Wednesday, April 15, 2015

Acts of Kindness

TWO weeks into the implementation of the Goods and Services Tax (GST), I am surprised that my wantan mee seller had not increased his prices. A bowl of wantan mee with several pieces of barbecued meat and a small bowl of soup with wantans, are still priced RM4 at his stall in my neighbourhood in Setapak.
Earlier this year, when I spoke to the noodle seller about the GST and how prices would be increased, he said he would try to absorb the costs as he best could. He has kept his promise.
It must have been a tough decision, I thought, since every stall owner in that small coffeeshop they were operating in had raised their prices due to GST.
Even the coffeeshop owner has raised his prices twice — once just after Chinese New Year and now, after the GST’s implementation. A small cup of milk tea now costs RM1.60, instead of RM1.20 last December. A cup of Nescafe now costs RM2.10. It used to be RM1.50. I am not sure these will remain till year’s end.
I have known this noodle seller from afar since his mother’s time. She had been selling wantan mee at the wet market nearby then. I had also known her to be a kind and generous lady. At the time, the current noodle seller was only a teenager who helped his mother at the stall.
Back then, his mother charged RM1.50 for a bowl of noodles. It was the cheapest in the area during the 1990s, I think. I recalled having asked her if she could make enough to cover her daily expenses with what she had earned. She replied that if she was frugal, she probably could.
“Sometimes when doing business, it should not be for profits alone,” she had told me.
“One must also be guided by one’s conscience.” She then added that she could not raise her prices any higher because most of her customers comprised the poor who were also trying to make ends meet.
Apparently this woman’s charitable nature had also been inherited by this son who had been selling noodles for over two decades now. Whenever I am at his noodle stall, I feel thankful that there are people like him.
I am sure those whose purse strings had to be tightened in these difficult times are also just as grateful for that bowl of noodles at old prices.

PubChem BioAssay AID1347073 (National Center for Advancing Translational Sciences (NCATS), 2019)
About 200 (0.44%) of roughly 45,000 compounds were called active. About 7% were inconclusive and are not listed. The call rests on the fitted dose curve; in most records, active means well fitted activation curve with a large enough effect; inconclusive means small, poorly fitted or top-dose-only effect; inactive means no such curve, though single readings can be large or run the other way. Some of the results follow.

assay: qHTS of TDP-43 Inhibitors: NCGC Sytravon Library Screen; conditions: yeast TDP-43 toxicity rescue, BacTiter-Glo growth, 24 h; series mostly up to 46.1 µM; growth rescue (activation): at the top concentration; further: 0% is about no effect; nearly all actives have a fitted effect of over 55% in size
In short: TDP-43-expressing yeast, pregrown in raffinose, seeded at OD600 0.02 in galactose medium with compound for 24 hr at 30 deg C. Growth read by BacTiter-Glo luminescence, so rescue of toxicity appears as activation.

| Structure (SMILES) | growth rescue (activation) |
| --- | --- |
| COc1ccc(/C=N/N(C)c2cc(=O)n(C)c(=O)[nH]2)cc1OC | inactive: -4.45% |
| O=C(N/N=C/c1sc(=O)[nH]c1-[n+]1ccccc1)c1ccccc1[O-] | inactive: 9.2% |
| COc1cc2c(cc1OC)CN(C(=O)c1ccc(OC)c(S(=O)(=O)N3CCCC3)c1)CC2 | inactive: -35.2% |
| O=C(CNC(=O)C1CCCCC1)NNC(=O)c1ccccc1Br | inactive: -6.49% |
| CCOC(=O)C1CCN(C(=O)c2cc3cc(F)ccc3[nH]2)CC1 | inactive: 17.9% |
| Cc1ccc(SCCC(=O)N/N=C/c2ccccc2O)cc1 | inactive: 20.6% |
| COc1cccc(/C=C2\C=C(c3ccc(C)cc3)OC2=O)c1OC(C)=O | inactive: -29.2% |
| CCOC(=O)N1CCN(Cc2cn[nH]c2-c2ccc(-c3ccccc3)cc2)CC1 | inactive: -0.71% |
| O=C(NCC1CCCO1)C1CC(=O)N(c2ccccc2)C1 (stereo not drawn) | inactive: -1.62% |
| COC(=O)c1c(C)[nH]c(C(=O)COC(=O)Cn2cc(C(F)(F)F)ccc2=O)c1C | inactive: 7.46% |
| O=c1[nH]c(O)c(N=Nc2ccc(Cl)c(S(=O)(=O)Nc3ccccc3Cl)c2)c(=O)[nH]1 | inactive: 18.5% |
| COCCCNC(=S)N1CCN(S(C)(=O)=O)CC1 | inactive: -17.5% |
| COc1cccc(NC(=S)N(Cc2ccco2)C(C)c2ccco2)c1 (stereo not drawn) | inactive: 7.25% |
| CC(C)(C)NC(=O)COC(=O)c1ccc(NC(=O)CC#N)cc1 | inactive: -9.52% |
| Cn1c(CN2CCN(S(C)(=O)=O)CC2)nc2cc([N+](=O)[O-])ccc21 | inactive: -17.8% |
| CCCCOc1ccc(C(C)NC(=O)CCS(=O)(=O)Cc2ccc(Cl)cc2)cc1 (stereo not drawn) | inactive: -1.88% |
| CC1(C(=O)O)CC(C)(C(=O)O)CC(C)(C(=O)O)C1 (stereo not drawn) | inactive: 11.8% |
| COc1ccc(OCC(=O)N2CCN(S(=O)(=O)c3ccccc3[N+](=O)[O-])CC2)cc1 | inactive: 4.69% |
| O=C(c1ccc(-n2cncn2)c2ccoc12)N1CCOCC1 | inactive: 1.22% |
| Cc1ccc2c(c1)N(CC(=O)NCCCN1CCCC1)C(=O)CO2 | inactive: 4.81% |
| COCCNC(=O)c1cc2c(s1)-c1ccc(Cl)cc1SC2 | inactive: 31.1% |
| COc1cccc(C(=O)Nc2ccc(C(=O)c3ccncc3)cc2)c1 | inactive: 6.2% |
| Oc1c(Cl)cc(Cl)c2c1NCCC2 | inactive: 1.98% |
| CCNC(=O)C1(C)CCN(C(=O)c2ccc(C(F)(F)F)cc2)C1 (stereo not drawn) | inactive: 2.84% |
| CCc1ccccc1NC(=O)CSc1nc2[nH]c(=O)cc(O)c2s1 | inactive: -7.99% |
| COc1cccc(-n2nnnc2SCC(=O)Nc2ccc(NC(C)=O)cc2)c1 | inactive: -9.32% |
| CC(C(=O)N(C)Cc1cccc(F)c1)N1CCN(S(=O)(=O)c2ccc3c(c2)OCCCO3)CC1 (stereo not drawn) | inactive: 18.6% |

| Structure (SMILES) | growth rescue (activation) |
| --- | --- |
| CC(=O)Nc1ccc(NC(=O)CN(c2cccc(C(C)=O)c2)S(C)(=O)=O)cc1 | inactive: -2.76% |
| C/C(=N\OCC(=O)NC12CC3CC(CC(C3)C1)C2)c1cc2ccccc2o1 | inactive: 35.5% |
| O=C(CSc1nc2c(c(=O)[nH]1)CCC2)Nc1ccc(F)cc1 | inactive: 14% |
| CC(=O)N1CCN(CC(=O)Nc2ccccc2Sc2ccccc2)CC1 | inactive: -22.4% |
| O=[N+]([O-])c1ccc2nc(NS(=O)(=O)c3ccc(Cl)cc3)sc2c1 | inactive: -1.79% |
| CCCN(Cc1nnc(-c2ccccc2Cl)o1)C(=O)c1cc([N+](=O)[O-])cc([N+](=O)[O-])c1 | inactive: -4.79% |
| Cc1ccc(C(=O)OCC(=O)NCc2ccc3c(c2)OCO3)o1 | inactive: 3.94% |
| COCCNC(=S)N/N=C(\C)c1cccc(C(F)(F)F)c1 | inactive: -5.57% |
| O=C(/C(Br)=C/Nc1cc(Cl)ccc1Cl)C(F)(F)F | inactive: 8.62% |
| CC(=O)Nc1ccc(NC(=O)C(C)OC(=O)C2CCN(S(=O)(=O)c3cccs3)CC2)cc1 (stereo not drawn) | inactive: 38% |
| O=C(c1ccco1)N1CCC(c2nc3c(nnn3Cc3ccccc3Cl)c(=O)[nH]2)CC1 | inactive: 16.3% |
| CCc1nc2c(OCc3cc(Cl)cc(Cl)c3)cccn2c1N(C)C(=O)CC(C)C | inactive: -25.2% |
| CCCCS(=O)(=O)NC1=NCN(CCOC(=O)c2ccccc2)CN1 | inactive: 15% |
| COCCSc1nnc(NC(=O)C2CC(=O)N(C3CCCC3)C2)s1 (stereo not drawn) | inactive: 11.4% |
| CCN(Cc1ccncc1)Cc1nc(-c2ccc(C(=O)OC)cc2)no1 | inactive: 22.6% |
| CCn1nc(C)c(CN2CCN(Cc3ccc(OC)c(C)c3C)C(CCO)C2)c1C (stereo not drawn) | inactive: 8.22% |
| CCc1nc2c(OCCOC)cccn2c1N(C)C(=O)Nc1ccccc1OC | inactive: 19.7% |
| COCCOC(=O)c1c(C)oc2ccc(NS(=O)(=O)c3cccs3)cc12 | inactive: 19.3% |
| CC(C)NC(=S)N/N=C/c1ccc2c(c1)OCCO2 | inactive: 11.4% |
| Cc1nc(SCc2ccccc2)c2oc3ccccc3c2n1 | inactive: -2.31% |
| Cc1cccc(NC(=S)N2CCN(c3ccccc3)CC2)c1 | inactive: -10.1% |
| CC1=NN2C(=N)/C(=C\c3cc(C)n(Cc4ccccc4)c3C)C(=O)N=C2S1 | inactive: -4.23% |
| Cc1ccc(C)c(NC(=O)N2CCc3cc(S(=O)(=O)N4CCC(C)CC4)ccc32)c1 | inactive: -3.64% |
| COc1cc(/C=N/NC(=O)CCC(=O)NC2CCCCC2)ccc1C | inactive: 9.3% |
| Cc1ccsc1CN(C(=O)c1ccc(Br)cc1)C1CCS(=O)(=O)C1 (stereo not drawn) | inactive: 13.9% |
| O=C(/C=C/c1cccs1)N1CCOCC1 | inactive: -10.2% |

It would be very simplistic to reason that he is keeping prices low as a means to attract more customers. But having observed him deal with his customers over the years, I sensed a deeper conviction — of his concern for the welfare of others.
It would be very tempting to raise prices when everyone had raised theirs, I’m sure.
He reminded me of a food deliverer at the college where my daughters were studying years ago in Pahang.
Although the college had a canteen, the canteen operators sold dishes that were mostly spicy and meaty.
Some of the students who were not accustomed to spicy food, and a few were vegetarians, sometimes had to go for days on bread. As the nearest town was about 15km away and there were no public transport out, these students had very little choice.
However, this food deliverer, I learnt, would take orders from the students by phone and ride his motorcycle all the way to deliver the meals each evening.
For a packed meal priced at only RM3.50, his presence was god-sent to the students. I doubt the man’s 15km journey was worth it if he less than 10 orders, but on numerous occasions, I was told, he delivered even if it was less.
At a chance meeting, I once asked if the profit he made from his trips was worth his time and fuel. He replied that if he did not do it, the students would face hardship or the possibility of even go hungry.
“If they have good food,” he had said, “they can study better and their parents will worry less.”
Sometimes, in the haste in pursuing our daily needs, we miss noticing the simple acts of kindness that often make life little bearable for others.
When we do come across one— if scepticism did not cloud our judgement first — the rare opportunity warms our hearts and remind us of how easy it is to be charitable.
We do not need to be exceedingly wealthy nor be endowed with a position of power. Sometimes, by just doing what little we can to benefit those around us also counts as an act of philanthropy.

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